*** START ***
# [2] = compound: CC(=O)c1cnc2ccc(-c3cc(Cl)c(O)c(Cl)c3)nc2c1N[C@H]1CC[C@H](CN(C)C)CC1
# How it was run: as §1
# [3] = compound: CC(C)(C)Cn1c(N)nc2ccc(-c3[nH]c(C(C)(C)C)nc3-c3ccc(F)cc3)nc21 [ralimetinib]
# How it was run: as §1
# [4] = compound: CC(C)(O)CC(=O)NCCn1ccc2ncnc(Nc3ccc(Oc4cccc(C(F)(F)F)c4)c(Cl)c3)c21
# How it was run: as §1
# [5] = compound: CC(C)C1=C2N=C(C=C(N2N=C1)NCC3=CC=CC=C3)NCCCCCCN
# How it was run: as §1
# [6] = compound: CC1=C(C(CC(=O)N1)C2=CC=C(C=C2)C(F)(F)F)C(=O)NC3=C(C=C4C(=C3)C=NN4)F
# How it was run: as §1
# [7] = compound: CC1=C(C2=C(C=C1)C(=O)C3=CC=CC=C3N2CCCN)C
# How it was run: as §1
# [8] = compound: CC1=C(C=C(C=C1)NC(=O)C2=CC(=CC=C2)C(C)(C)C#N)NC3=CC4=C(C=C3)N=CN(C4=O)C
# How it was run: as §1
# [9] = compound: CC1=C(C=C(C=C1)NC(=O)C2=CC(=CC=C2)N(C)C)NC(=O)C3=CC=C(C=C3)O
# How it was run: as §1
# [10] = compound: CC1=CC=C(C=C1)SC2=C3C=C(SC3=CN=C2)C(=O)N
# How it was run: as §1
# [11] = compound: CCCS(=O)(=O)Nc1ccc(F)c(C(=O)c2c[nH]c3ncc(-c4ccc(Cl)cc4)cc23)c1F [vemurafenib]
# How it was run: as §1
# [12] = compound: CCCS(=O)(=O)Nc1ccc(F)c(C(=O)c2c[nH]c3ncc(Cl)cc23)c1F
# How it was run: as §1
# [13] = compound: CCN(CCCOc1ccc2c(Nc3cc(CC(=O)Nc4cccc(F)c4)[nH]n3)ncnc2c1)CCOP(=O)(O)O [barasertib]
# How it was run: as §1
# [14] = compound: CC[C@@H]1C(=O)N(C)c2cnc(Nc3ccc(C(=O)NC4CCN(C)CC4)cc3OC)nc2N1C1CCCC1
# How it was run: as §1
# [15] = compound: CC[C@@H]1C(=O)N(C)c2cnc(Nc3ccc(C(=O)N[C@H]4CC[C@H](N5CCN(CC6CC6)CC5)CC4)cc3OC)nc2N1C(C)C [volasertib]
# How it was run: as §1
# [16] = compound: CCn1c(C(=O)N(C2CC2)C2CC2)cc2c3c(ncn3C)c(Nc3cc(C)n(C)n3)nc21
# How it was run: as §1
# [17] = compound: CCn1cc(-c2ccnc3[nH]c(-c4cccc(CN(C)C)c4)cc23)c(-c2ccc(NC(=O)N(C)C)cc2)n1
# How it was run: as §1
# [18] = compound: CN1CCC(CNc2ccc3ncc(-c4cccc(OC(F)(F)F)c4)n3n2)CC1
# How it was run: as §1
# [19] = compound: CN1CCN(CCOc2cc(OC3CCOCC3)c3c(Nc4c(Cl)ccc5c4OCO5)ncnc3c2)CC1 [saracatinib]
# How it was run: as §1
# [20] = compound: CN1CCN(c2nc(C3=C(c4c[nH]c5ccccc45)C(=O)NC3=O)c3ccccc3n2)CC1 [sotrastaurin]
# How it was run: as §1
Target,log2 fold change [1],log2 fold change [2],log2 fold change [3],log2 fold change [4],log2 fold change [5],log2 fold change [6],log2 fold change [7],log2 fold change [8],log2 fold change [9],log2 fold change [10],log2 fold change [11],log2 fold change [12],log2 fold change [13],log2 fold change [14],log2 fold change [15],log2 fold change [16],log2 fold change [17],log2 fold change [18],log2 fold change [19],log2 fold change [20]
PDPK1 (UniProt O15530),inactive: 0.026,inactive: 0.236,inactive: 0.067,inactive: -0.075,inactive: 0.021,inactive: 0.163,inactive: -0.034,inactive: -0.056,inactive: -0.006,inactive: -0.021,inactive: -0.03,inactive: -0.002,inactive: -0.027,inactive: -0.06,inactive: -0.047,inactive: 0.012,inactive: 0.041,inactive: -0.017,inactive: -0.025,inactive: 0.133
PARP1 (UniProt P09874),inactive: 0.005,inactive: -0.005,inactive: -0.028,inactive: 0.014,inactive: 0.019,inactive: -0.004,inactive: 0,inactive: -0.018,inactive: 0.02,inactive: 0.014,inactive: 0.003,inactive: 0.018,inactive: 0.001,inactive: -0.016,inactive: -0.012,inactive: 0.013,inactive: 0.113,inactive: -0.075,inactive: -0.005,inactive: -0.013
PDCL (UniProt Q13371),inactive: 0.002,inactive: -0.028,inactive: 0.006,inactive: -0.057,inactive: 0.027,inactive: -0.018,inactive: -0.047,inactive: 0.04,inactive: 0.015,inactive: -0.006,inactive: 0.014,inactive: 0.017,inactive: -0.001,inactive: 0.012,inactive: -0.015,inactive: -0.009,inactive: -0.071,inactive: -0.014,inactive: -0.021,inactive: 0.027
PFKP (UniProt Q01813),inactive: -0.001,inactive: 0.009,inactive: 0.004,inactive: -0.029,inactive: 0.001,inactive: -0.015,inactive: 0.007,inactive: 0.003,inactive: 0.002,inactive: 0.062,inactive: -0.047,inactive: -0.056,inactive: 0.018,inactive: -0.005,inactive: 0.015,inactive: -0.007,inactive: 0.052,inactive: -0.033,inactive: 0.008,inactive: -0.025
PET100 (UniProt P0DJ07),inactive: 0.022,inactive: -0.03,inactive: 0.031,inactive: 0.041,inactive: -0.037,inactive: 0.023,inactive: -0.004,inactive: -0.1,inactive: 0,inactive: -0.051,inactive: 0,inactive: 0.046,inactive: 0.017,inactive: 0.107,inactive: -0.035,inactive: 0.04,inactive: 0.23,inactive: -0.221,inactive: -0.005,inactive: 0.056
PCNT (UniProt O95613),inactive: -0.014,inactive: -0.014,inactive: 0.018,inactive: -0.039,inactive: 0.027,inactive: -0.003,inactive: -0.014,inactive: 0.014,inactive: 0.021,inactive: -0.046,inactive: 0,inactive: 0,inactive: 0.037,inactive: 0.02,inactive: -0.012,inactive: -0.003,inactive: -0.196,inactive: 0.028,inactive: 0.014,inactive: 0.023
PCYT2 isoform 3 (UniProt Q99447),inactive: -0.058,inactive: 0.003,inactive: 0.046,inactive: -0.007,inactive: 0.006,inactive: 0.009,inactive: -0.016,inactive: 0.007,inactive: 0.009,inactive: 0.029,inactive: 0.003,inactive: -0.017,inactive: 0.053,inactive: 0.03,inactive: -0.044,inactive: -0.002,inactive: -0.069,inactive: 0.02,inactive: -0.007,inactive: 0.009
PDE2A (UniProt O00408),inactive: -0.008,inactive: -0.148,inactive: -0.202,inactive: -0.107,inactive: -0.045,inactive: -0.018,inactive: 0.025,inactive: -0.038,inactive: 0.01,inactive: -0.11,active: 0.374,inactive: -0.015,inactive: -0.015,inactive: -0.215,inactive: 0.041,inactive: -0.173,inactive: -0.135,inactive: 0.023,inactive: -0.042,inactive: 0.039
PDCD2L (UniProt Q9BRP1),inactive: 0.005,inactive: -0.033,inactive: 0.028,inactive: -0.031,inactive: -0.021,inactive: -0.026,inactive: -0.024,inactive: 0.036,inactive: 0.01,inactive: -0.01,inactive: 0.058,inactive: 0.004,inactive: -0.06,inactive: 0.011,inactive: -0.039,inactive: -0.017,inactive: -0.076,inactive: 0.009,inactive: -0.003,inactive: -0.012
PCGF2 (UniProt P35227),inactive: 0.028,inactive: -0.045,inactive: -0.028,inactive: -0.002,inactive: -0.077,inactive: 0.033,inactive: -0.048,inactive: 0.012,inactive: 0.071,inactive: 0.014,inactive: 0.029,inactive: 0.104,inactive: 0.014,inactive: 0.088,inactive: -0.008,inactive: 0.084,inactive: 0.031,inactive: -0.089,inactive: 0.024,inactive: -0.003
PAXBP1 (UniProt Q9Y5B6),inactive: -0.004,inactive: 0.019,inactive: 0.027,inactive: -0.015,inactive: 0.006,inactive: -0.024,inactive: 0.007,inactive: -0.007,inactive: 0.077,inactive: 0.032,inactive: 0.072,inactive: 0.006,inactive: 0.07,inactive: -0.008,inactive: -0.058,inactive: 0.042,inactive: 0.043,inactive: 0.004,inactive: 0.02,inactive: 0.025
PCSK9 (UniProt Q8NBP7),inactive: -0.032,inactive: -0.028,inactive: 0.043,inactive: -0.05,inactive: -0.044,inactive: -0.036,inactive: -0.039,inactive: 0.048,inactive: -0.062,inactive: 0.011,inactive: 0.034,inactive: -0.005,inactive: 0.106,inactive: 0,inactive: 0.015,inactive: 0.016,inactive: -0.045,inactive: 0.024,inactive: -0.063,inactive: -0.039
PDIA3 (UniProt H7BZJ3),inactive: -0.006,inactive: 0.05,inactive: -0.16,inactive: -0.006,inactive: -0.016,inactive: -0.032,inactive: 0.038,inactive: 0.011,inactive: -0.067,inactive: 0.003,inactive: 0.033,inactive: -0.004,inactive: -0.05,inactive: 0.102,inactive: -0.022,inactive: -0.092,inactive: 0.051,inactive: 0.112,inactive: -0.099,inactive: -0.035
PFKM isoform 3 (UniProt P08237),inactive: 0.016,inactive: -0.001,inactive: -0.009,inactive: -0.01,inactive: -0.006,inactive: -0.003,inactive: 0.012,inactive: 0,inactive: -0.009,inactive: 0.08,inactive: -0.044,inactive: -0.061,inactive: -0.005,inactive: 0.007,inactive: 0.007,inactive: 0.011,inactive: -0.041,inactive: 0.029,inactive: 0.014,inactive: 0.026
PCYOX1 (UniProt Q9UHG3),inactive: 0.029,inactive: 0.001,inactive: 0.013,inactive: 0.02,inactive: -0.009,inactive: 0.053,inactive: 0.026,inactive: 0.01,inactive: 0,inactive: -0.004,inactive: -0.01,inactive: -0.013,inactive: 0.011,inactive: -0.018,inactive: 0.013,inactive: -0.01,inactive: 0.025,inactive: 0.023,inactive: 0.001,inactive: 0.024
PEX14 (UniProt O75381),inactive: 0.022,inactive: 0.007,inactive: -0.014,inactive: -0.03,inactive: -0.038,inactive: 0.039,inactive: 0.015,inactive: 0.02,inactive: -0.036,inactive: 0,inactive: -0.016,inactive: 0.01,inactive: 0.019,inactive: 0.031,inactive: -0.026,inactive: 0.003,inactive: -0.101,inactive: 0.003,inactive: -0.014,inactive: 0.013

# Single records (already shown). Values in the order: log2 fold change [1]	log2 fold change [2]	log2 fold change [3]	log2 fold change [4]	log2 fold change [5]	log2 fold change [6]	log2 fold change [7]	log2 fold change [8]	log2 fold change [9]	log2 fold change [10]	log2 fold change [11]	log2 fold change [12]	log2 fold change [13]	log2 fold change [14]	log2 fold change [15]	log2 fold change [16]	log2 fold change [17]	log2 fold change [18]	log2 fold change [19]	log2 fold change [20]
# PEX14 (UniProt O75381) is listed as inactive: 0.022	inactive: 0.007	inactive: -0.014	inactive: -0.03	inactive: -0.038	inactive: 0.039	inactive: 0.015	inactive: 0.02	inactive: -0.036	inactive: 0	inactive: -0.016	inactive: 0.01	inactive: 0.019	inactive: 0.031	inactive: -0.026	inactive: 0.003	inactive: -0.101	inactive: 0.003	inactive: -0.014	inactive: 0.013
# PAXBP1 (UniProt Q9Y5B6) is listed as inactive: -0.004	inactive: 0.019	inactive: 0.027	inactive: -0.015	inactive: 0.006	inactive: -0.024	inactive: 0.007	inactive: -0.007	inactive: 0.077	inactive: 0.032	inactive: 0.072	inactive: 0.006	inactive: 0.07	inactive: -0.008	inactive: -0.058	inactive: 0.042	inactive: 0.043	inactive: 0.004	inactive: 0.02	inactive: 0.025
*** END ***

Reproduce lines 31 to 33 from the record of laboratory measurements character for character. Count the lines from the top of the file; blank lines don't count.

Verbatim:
# [17] = compound: CCn1cc(-c2ccnc3[nH]c(-c4cccc(CN(C)C)c4)cc23)c(-c2ccc(NC(=O)N(C)C)cc2)n1
# How it was run: as §1
# [18] = compound: CN1CCC(CNc2ccc3ncc(-c4cccc(OC(F)(F)F)c4)n3n2)CC1